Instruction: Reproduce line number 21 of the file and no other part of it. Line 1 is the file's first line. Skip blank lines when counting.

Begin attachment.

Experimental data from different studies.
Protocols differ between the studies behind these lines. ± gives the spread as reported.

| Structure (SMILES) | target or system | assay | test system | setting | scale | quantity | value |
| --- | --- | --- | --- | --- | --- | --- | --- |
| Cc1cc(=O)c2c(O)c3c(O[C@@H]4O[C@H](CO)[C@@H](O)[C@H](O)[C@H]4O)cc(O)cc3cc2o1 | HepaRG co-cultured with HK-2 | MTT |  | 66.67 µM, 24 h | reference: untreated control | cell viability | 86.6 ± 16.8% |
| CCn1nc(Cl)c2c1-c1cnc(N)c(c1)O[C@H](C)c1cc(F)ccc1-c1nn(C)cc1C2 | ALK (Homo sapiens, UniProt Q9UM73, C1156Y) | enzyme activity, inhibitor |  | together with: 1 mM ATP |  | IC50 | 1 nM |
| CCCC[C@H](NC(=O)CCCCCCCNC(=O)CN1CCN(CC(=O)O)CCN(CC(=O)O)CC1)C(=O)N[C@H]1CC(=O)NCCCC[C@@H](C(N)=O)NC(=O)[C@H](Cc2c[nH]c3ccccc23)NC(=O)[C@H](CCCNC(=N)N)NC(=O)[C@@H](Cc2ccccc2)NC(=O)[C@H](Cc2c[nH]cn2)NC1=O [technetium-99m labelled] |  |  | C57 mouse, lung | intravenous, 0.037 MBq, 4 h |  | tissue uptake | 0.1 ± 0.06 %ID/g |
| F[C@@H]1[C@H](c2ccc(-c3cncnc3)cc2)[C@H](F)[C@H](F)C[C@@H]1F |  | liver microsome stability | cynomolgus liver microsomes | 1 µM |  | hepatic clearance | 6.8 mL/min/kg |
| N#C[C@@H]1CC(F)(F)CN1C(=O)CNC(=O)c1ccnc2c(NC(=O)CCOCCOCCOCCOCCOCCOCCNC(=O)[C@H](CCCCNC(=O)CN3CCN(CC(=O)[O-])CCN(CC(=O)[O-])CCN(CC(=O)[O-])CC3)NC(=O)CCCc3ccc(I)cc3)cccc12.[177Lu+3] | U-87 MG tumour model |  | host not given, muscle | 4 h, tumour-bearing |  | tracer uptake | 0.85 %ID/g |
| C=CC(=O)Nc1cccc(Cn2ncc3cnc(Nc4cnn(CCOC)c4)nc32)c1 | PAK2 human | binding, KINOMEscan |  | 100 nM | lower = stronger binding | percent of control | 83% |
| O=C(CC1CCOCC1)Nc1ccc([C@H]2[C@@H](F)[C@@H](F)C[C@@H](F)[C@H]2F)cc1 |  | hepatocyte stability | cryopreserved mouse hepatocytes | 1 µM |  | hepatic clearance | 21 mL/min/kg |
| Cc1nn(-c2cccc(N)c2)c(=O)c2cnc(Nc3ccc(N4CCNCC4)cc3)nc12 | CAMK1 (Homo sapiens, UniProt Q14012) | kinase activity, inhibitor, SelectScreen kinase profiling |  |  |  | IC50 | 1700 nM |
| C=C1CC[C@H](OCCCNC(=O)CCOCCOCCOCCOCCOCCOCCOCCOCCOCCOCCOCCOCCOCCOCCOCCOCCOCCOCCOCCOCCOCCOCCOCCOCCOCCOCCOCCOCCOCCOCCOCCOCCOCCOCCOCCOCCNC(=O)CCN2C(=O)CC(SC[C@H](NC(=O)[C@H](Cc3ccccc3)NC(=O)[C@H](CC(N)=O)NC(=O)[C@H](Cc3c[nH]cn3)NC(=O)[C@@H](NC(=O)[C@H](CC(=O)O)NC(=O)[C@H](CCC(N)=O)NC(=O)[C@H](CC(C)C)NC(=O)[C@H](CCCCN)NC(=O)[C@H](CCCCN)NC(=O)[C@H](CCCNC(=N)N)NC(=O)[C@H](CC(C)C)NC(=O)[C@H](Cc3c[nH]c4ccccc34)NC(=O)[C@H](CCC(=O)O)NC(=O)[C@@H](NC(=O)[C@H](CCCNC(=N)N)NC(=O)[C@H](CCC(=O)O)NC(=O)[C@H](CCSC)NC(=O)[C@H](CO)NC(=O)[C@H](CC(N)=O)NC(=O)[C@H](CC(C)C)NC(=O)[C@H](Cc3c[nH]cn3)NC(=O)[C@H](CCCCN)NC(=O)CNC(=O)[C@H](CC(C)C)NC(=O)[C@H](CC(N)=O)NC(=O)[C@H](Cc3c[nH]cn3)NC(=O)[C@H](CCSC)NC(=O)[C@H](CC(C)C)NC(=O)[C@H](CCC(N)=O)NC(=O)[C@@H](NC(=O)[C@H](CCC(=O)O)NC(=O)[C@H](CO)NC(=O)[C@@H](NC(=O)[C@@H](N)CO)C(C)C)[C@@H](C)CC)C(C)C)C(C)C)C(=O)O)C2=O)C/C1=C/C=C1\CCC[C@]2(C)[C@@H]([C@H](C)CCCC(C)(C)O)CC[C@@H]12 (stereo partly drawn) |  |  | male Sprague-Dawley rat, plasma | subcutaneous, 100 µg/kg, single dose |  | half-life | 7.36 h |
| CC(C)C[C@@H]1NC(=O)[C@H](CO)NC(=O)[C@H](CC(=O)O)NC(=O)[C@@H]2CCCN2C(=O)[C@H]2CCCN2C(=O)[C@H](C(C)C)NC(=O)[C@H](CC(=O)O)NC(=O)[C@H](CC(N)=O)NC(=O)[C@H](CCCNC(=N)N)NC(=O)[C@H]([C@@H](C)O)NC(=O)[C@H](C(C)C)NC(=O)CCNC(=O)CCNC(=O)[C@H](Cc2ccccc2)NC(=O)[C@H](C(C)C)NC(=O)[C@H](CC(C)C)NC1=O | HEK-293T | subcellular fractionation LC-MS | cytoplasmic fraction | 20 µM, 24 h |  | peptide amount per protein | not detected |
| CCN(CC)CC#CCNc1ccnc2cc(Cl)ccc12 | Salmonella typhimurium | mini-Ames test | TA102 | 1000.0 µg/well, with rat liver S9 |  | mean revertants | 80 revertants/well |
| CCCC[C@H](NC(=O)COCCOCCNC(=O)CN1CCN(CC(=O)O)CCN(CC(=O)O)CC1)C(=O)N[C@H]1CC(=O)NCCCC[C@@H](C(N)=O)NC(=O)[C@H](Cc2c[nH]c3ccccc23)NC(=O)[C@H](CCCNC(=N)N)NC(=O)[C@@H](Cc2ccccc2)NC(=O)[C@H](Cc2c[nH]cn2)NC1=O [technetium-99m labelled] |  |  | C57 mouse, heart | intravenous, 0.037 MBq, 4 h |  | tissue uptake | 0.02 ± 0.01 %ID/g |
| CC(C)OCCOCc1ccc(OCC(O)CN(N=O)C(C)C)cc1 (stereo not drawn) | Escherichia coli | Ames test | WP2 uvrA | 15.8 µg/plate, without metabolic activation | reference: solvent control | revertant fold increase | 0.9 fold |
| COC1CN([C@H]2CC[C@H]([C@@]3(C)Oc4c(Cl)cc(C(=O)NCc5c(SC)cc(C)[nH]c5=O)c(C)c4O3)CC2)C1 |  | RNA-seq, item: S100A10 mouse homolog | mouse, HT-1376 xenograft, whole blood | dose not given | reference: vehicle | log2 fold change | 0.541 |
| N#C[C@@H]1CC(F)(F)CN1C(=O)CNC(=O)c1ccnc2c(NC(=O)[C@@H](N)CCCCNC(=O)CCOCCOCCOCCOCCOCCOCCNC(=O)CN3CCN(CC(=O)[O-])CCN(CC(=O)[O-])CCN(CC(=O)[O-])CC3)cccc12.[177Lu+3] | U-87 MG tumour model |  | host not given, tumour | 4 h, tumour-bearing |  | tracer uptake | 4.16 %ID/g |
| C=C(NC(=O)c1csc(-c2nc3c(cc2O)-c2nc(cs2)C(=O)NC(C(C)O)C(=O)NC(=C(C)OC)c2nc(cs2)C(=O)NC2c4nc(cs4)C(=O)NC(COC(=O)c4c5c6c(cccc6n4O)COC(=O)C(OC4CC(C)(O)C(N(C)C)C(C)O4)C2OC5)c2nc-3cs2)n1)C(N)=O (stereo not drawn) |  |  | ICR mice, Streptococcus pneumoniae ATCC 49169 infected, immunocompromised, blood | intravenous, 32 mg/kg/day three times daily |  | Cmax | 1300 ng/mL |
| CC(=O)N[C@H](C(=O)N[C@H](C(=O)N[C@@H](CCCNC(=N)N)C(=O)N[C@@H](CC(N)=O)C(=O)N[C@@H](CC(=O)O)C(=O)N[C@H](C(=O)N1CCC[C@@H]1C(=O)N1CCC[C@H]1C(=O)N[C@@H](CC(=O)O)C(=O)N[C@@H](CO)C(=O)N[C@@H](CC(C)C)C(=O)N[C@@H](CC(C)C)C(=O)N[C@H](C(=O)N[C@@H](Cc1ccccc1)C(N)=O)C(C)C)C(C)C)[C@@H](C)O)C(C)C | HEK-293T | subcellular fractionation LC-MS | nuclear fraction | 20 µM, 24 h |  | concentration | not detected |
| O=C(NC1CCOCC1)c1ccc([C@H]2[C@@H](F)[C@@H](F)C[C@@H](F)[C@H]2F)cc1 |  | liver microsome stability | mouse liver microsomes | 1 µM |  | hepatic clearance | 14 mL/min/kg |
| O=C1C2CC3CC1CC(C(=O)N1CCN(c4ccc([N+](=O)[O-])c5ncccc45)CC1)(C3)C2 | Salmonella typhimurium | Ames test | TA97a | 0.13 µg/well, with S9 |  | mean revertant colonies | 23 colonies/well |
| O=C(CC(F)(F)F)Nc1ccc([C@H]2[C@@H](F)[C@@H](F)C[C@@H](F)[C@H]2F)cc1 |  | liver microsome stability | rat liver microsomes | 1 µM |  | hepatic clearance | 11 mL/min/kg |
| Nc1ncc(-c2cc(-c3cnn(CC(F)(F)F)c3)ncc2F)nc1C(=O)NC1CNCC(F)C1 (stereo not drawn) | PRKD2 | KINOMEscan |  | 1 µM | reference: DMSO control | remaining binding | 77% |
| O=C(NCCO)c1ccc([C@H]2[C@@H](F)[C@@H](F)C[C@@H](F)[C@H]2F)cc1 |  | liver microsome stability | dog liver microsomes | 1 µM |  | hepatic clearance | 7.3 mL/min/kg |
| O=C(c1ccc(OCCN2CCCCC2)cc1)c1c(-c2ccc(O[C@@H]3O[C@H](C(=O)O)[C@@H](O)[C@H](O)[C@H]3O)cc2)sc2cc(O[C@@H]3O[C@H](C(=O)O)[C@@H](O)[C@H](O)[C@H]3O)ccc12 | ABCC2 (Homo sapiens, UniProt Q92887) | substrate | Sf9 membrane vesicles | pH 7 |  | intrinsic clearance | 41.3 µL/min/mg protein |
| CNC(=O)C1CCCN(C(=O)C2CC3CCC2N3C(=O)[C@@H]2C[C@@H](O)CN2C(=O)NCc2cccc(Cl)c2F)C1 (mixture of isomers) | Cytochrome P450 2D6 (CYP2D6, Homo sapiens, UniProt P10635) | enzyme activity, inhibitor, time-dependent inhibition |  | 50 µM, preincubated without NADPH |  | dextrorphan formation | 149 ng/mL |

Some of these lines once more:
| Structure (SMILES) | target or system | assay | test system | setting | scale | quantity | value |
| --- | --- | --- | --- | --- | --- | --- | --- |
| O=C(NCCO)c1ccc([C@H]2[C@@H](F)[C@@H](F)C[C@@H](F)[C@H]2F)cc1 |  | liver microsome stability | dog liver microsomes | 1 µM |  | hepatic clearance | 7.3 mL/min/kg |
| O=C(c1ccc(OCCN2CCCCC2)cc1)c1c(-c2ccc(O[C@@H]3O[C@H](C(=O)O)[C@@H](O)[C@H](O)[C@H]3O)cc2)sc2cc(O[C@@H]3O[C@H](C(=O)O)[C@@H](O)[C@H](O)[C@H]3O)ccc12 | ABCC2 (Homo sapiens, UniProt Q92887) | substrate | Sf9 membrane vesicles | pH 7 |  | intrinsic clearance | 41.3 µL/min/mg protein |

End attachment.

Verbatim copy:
| CC(=O)N[C@H](C(=O)N[C@H](C(=O)N[C@@H](CCCNC(=N)N)C(=O)N[C@@H](CC(N)=O)C(=O)N[C@@H](CC(=O)O)C(=O)N[C@H](C(=O)N1CCC[C@@H]1C(=O)N1CCC[C@H]1C(=O)N[C@@H](CC(=O)O)C(=O)N[C@@H](CO)C(=O)N[C@@H](CC(C)C)C(=O)N[C@@H](CC(C)C)C(=O)N[C@H](C(=O)N[C@@H](Cc1ccccc1)C(N)=O)C(C)C)C(C)C)[C@@H](C)O)C(C)C | HEK-293T | subcellular fractionation LC-MS | nuclear fraction | 20 µM, 24 h |  | concentration | not detected |